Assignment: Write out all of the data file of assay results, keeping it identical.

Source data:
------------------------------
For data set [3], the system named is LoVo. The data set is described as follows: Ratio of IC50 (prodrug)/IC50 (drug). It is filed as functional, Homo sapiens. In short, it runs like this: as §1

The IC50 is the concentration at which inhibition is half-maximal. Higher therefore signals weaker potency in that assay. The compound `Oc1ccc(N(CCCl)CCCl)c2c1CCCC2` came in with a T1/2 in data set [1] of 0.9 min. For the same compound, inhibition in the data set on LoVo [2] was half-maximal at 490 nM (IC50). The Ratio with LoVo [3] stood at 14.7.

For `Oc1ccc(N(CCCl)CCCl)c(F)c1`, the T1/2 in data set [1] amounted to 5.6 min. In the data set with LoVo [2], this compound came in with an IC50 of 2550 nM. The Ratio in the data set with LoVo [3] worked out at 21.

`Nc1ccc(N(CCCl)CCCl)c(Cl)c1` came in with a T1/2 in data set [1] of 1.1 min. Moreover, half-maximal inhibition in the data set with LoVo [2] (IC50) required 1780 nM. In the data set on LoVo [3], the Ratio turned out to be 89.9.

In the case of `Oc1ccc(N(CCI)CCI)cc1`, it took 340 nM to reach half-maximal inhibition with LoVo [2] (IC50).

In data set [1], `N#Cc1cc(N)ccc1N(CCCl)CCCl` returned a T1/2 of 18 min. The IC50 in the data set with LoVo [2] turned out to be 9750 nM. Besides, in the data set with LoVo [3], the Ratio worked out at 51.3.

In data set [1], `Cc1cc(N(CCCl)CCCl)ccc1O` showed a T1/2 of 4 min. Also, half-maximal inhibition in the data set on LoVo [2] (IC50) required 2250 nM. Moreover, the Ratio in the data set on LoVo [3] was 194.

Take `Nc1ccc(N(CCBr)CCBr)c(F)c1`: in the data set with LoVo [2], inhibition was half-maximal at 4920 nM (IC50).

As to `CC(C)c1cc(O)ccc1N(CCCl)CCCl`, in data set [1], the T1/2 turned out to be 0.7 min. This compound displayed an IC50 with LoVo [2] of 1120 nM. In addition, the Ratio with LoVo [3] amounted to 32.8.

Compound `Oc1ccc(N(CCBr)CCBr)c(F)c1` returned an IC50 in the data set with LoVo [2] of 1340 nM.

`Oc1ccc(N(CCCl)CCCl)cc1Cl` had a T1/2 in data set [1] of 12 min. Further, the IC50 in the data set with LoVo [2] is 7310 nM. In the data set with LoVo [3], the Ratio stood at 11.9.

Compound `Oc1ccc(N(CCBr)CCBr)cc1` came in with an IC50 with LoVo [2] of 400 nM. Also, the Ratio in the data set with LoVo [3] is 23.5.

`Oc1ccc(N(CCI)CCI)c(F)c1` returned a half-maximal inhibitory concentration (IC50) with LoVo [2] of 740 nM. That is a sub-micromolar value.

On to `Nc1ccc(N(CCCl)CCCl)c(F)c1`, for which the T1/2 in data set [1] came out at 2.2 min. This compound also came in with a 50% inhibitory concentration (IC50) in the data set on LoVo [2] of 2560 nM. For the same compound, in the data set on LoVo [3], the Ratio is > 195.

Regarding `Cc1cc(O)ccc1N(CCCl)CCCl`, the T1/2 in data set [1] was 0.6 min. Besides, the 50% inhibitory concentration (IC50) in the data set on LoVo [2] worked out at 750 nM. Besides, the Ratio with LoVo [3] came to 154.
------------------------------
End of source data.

For data set [3], the system named is LoVo. The data set is described as follows: Ratio of IC50 (prodrug)/IC50 (drug). It is filed as functional, Homo sapiens. In short, it runs like this: as §1

The IC50 is the concentration at which inhibition is half-maximal. Higher therefore signals weaker potency in that assay. The compound `Oc1ccc(N(CCCl)CCCl)c2c1CCCC2` came in with a T1/2 in data set [1] of 0.9 min. For the same compound, inhibition in the data set on LoVo [2] was half-maximal at 490 nM (IC50). The Ratio with LoVo [3] stood at 14.7.

For `Oc1ccc(N(CCCl)CCCl)c(F)c1`, the T1/2 in data set [1] amounted to 5.6 min. In the data set with LoVo [2], this compound came in with an IC50 of 2550 nM. The Ratio in the data set with LoVo [3] worked out at 21.

`Nc1ccc(N(CCCl)CCCl)c(Cl)c1` came in with a T1/2 in data set [1] of 1.1 min. Moreover, half-maximal inhibition in the data set with LoVo [2] (IC50) required 1780 nM. In the data set on LoVo [3], the Ratio turned out to be 89.9.

In the case of `Oc1ccc(N(CCI)CCI)cc1`, it took 340 nM to reach half-maximal inhibition with LoVo [2] (IC50).

In data set [1], `N#Cc1cc(N)ccc1N(CCCl)CCCl` returned a T1/2 of 18 min. The IC50 in the data set with LoVo [2] turned out to be 9750 nM. Besides, in the data set with LoVo [3], the Ratio worked out at 51.3.

In data set [1], `Cc1cc(N(CCCl)CCCl)ccc1O` showed a T1/2 of 4 min. Also, half-maximal inhibition in the data set on LoVo [2] (IC50) required 2250 nM. Moreover, the Ratio in the data set on LoVo [3] was 194.

Take `Nc1ccc(N(CCBr)CCBr)c(F)c1`: in the data set with LoVo [2], inhibition was half-maximal at 4920 nM (IC50).

As to `CC(C)c1cc(O)ccc1N(CCCl)CCCl`, in data set [1], the T1/2 turned out to be 0.7 min. This compound displayed an IC50 with LoVo [2] of 1120 nM. In addition, the Ratio with LoVo [3] amounted to 32.8.

Compound `Oc1ccc(N(CCBr)CCBr)c(F)c1` returned an IC50 in the data set with LoVo [2] of 1340 nM.

`Oc1ccc(N(CCCl)CCCl)cc1Cl` had a T1/2 in data set [1] of 12 min. Further, the IC50 in the data set with LoVo [2] is 7310 nM. In the data set with LoVo [3], the Ratio stood at 11.9.

Compound `Oc1ccc(N(CCBr)CCBr)cc1` came in with an IC50 with LoVo [2] of 400 nM. Also, the Ratio in the data set with LoVo [3] is 23.5.

`Oc1ccc(N(CCI)CCI)c(F)c1` returned a half-maximal inhibitory concentration (IC50) with LoVo [2] of 740 nM. That is a sub-micromolar value.

On to `Nc1ccc(N(CCCl)CCCl)c(F)c1`, for which the T1/2 in data set [1] came out at 2.2 min. This compound also came in with a 50% inhibitory concentration (IC50) in the data set on LoVo [2] of 2560 nM. For the same compound, in the data set on LoVo [3], the Ratio is > 195.

Regarding `Cc1cc(O)ccc1N(CCCl)CCCl`, the T1/2 in data set [1] was 0.6 min. Besides, the 50% inhibitory concentration (IC50) in the data set on LoVo [2] worked out at 750 nM. Besides, the Ratio with LoVo [3] came to 154.